INDIANAPOLIS -- Reggie Miller is still debating whether to
make a comeback at age 42.
The NBA's career leader in 3-pointers tried to dodge reporters'
questions about his possible return on Tuesday as he attended
Peyton Manning's charity bowling tournament, saying he wanted to
talk about the Super Bowl MVP and his event.
Eventually, though, Miller acknowledged no decision was
"I'm in shape to bowl," Miller joked. "But I don't even know
what I'm going to do."
Miller was among dozens of celebrities participating in
Manning's annual tournament but was one of the feature stars
because of the speculation he would return to the NBA in search of
the championship ring he never won in 18 seasons with the Indiana
Miller retired from the league two years ago and his No. 31 now
hangs in the Conseco Fieldhouse rafters after being retired by the
Pacers last season. He ranks 13th on the NBA's career scoring list
with 25,279 points.
Danny Ainge, the Boston Celtics' basketball boss, has
acknowledged he and Miller have had discussions, although Miller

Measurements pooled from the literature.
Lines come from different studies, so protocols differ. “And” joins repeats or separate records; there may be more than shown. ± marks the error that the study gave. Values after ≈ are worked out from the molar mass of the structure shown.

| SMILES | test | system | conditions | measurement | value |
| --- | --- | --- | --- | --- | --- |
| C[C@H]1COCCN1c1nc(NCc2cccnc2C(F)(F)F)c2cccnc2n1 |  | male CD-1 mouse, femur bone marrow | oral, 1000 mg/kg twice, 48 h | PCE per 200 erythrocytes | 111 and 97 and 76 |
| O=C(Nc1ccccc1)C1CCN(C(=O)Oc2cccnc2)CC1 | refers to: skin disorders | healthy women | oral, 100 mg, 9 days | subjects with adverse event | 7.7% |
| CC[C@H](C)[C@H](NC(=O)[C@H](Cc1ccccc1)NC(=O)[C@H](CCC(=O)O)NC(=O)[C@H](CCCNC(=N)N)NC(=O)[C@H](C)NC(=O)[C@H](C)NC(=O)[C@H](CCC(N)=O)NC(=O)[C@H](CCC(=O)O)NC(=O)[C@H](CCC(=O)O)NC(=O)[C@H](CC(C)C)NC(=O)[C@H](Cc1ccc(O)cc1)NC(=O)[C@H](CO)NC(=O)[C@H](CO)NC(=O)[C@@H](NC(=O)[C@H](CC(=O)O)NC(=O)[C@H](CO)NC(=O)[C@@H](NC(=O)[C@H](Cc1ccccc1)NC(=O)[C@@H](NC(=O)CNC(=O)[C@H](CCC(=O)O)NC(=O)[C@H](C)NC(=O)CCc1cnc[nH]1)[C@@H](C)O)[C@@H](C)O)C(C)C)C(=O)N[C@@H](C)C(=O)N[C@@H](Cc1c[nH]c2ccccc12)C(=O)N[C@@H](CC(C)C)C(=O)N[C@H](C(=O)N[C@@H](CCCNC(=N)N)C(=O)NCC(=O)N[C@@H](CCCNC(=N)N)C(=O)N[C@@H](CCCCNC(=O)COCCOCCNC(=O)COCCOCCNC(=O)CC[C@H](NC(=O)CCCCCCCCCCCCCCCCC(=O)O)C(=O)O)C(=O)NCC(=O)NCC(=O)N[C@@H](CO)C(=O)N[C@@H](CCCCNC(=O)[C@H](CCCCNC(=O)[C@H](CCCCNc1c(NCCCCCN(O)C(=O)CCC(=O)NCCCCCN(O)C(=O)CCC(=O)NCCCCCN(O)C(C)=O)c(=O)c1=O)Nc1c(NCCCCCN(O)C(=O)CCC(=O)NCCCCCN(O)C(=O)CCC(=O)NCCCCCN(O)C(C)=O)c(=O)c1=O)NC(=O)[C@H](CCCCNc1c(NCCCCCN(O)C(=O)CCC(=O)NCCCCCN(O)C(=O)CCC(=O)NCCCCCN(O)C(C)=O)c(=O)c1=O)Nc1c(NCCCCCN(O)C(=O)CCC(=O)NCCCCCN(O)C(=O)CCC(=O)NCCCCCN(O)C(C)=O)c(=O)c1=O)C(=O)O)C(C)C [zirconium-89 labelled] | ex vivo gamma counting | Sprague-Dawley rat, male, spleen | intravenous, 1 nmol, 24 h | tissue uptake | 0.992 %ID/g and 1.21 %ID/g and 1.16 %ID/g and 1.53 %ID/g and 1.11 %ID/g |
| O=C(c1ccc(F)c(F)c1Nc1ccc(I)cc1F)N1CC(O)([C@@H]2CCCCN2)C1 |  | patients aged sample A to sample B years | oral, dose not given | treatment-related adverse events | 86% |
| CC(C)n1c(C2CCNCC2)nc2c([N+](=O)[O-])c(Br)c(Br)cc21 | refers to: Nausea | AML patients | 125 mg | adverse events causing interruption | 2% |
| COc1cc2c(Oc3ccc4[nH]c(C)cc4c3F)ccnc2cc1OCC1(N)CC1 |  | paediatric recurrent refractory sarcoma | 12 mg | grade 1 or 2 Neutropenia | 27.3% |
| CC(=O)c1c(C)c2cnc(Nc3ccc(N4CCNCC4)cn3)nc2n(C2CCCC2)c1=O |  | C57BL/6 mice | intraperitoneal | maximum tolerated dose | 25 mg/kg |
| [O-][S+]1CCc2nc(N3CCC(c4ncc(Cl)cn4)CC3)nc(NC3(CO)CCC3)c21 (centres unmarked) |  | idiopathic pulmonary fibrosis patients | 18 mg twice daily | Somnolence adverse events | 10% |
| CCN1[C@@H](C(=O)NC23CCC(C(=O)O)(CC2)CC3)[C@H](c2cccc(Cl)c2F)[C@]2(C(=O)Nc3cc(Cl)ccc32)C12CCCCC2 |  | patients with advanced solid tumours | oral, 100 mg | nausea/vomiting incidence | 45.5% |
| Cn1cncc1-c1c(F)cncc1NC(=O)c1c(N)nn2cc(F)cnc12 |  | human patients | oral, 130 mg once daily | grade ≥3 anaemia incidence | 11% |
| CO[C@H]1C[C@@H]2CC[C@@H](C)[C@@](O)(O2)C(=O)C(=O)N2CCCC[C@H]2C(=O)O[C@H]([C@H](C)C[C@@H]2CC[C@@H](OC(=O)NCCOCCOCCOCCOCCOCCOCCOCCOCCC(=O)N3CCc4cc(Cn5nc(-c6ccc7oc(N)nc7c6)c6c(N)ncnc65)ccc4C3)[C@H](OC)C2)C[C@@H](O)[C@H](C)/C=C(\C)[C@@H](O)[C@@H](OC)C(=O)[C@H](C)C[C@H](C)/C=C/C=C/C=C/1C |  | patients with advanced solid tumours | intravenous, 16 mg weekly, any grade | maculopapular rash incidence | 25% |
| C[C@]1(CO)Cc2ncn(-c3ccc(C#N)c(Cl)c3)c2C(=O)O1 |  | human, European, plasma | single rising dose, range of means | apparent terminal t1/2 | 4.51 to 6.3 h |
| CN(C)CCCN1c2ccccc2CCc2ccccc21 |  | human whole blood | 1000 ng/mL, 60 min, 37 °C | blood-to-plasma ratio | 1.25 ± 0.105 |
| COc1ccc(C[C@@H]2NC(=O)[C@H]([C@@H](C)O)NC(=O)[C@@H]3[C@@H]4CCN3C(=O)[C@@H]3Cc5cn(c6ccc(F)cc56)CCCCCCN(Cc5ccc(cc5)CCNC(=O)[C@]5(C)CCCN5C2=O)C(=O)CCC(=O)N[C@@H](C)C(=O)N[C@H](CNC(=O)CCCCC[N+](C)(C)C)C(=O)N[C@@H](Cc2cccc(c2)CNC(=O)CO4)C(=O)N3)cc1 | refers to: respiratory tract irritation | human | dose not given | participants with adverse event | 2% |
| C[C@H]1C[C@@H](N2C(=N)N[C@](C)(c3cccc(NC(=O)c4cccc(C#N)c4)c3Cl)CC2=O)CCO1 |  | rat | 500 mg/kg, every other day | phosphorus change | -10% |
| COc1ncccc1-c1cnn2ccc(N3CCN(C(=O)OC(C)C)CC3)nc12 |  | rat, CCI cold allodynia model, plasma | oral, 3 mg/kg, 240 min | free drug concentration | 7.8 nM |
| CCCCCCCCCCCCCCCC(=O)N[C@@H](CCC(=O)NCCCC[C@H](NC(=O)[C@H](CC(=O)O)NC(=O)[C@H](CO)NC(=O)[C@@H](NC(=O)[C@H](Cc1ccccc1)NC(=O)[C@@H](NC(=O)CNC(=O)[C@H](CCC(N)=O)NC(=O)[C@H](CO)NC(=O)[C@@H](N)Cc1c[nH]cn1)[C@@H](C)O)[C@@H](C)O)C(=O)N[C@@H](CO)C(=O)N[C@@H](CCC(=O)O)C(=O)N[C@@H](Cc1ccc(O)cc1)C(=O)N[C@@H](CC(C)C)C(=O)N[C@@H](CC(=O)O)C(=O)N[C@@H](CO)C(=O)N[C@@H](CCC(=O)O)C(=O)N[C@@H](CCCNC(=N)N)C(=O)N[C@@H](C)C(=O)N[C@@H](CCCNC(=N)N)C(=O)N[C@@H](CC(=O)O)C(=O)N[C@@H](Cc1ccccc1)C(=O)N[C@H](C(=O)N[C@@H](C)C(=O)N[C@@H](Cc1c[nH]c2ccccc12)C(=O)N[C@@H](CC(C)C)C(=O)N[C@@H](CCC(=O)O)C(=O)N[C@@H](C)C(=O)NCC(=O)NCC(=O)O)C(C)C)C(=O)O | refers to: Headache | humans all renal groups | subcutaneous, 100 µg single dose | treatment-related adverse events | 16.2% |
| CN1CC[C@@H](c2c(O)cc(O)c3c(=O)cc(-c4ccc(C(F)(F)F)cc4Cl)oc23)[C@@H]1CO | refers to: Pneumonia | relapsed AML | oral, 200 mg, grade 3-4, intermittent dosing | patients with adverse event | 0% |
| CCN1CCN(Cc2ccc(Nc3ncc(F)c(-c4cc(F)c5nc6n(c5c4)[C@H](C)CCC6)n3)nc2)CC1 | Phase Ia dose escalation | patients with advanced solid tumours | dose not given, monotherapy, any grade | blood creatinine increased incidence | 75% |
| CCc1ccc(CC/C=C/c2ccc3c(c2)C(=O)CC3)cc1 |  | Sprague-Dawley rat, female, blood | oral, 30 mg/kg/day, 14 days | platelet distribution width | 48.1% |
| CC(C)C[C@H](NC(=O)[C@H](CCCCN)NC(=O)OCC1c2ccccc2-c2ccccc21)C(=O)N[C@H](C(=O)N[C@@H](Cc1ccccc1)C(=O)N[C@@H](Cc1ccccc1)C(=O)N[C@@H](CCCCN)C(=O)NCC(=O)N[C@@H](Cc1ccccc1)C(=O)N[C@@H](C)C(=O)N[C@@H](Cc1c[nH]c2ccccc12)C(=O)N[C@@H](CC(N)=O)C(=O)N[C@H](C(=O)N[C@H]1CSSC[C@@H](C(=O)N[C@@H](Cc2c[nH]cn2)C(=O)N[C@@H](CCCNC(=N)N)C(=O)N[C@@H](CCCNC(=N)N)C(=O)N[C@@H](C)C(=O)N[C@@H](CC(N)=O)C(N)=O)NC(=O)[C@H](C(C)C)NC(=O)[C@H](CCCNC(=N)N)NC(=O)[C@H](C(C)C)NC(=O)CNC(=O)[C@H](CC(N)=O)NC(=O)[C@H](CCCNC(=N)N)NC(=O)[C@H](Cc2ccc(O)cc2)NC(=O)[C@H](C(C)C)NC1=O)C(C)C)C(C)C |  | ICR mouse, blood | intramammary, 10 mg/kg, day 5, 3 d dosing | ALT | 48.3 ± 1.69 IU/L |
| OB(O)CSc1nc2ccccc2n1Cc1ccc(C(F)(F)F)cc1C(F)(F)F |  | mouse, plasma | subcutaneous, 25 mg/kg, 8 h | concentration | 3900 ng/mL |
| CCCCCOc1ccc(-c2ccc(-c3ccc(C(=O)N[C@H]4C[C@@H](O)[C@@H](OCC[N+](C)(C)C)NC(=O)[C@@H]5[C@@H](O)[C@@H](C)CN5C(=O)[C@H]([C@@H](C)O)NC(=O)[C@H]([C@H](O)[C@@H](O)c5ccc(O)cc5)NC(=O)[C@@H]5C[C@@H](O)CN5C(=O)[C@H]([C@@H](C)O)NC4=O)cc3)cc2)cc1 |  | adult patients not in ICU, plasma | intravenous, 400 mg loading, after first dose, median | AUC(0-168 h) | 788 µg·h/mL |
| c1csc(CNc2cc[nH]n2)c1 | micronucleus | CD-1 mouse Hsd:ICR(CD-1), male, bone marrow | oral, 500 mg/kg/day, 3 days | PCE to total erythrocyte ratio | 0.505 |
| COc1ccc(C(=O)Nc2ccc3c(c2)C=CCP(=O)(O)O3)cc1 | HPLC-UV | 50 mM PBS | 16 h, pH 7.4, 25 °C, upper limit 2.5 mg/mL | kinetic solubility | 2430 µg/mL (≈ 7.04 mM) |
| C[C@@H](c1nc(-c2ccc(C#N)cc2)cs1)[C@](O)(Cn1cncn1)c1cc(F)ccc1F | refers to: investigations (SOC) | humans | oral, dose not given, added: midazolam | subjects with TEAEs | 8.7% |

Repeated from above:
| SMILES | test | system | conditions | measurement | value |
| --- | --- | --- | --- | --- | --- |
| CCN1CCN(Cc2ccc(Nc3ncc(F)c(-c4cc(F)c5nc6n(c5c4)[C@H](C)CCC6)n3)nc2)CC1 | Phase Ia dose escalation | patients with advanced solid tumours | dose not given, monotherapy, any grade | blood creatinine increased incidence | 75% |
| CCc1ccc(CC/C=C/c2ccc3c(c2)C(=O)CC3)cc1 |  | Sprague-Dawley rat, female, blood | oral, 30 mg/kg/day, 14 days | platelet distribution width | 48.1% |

said Tuesday a decision might not come for another month.
"I think I'll let my body and the people I've called and talked
to, help me make that decision," he said. "It will all come
Miller spent last season as a television analyst for NBA and
WNBA games on TNT and has run a movie production company called
Boom Baby Productions since retiring. He's also co-hosted "Live
with Regis and Kelly."
But Miller has said it felt strange not to be part of an NBA
team when training camps opened in 2005.
Miller would fit in as a backup to Allen on a team that needs
depth after trading seven players to Minnesota for Garnett.
Will that be enough to convince Miller to make a comeback
Miller isn't saying, but former Pacers teammate Rik Smits
believes there's a 65 percent chance Miller suits up this season.
"I think if his body holds up after a month or so of practice
to get ready for training camp, I think he can do it," Smits said.
"Part of it's mind-set, part of it's physical. He'd be a guy who
could do it and probably still be able to contribute."